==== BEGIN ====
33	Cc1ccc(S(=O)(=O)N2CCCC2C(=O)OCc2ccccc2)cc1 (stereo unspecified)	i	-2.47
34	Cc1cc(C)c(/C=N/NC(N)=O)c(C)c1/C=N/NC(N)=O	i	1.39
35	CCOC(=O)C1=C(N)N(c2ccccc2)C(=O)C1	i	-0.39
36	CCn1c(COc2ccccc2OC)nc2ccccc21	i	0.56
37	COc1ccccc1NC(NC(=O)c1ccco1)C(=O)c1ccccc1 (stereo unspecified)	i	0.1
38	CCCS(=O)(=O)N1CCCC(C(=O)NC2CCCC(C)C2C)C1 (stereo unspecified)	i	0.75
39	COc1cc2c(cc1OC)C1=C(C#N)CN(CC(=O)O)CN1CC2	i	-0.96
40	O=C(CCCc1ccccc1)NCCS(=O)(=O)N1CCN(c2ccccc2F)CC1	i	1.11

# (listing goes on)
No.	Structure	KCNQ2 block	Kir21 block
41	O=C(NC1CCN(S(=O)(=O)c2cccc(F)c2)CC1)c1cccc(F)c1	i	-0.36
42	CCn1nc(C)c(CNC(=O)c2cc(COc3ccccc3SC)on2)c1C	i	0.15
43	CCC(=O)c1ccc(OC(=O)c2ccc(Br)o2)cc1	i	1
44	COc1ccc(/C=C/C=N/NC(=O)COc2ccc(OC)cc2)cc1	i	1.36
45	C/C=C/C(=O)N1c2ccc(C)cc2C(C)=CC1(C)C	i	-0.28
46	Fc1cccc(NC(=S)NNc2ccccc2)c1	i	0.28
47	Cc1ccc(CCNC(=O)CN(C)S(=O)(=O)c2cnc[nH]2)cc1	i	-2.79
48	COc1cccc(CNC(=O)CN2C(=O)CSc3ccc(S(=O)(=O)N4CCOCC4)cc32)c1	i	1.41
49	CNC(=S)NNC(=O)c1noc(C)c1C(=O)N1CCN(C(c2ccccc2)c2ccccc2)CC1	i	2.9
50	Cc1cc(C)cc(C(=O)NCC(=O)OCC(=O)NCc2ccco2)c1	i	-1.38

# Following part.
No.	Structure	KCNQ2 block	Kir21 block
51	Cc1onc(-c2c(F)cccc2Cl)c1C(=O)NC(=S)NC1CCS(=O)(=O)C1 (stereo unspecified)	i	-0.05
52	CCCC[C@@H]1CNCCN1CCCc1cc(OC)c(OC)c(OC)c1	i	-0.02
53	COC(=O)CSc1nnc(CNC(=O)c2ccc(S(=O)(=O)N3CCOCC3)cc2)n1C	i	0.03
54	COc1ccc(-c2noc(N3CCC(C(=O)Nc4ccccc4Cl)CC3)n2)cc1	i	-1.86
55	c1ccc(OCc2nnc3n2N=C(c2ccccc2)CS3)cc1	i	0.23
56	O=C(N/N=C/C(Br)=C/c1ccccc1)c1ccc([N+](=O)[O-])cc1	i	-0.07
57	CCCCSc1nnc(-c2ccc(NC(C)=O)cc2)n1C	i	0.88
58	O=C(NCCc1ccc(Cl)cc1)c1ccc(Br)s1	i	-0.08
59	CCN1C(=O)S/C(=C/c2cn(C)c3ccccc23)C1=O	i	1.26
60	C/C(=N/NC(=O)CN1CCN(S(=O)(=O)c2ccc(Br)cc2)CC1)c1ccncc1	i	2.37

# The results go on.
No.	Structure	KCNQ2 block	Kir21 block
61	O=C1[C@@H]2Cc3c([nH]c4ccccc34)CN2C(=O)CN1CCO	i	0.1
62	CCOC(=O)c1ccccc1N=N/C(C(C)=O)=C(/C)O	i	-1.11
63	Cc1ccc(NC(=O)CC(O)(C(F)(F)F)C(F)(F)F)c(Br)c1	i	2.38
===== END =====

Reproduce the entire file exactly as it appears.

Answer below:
33	Cc1ccc(S(=O)(=O)N2CCCC2C(=O)OCc2ccccc2)cc1 (stereo unspecified)	i	-2.47
34	Cc1cc(C)c(/C=N/NC(N)=O)c(C)c1/C=N/NC(N)=O	i	1.39
35	CCOC(=O)C1=C(N)N(c2ccccc2)C(=O)C1	i	-0.39
36	CCn1c(COc2ccccc2OC)nc2ccccc21	i	0.56
37	COc1ccccc1NC(NC(=O)c1ccco1)C(=O)c1ccccc1 (stereo unspecified)	i	0.1
38	CCCS(=O)(=O)N1CCCC(C(=O)NC2CCCC(C)C2C)C1 (stereo unspecified)	i	0.75
39	COc1cc2c(cc1OC)C1=C(C#N)CN(CC(=O)O)CN1CC2	i	-0.96
40	O=C(CCCc1ccccc1)NCCS(=O)(=O)N1CCN(c2ccccc2F)CC1	i	1.11

# (listing goes on)
No.	Structure	KCNQ2 block	Kir21 block
41	O=C(NC1CCN(S(=O)(=O)c2cccc(F)c2)CC1)c1cccc(F)c1	i	-0.36
42	CCn1nc(C)c(CNC(=O)c2cc(COc3ccccc3SC)on2)c1C	i	0.15
43	CCC(=O)c1ccc(OC(=O)c2ccc(Br)o2)cc1	i	1
44	COc1ccc(/C=C/C=N/NC(=O)COc2ccc(OC)cc2)cc1	i	1.36
45	C/C=C/C(=O)N1c2ccc(C)cc2C(C)=CC1(C)C	i	-0.28
46	Fc1cccc(NC(=S)NNc2ccccc2)c1	i	0.28
47	Cc1ccc(CCNC(=O)CN(C)S(=O)(=O)c2cnc[nH]2)cc1	i	-2.79
48	COc1cccc(CNC(=O)CN2C(=O)CSc3ccc(S(=O)(=O)N4CCOCC4)cc32)c1	i	1.41
49	CNC(=S)NNC(=O)c1noc(C)c1C(=O)N1CCN(C(c2ccccc2)c2ccccc2)CC1	i	2.9
50	Cc1cc(C)cc(C(=O)NCC(=O)OCC(=O)NCc2ccco2)c1	i	-1.38

# Following part.
No.	Structure	KCNQ2 block	Kir21 block
51	Cc1onc(-c2c(F)cccc2Cl)c1C(=O)NC(=S)NC1CCS(=O)(=O)C1 (stereo unspecified)	i	-0.05
52	CCCC[C@@H]1CNCCN1CCCc1cc(OC)c(OC)c(OC)c1	i	-0.02
53	COC(=O)CSc1nnc(CNC(=O)c2ccc(S(=O)(=O)N3CCOCC3)cc2)n1C	i	0.03
54	COc1ccc(-c2noc(N3CCC(C(=O)Nc4ccccc4Cl)CC3)n2)cc1	i	-1.86
55	c1ccc(OCc2nnc3n2N=C(c2ccccc2)CS3)cc1	i	0.23
56	O=C(N/N=C/C(Br)=C/c1ccccc1)c1ccc([N+](=O)[O-])cc1	i	-0.07
57	CCCCSc1nnc(-c2ccc(NC(C)=O)cc2)n1C	i	0.88
58	O=C(NCCc1ccc(Cl)cc1)c1ccc(Br)s1	i	-0.08
59	CCN1C(=O)S/C(=C/c2cn(C)c3ccccc23)C1=O	i	1.26
60	C/C(=N/NC(=O)CN1CCN(S(=O)(=O)c2ccc(Br)cc2)CC1)c1ccncc1	i	2.37

# The results go on.
No.	Structure	KCNQ2 block	Kir21 block
61	O=C1[C@@H]2Cc3c([nH]c4ccccc34)CN2C(=O)CN1CCO	i	0.1
62	CCOC(=O)c1ccccc1N=N/C(C(C)=O)=C(/C)O	i	-1.11
63	Cc1ccc(NC(=O)CC(O)(C(F)(F)F)C(F)(F)F)c(Br)c1	i	2.38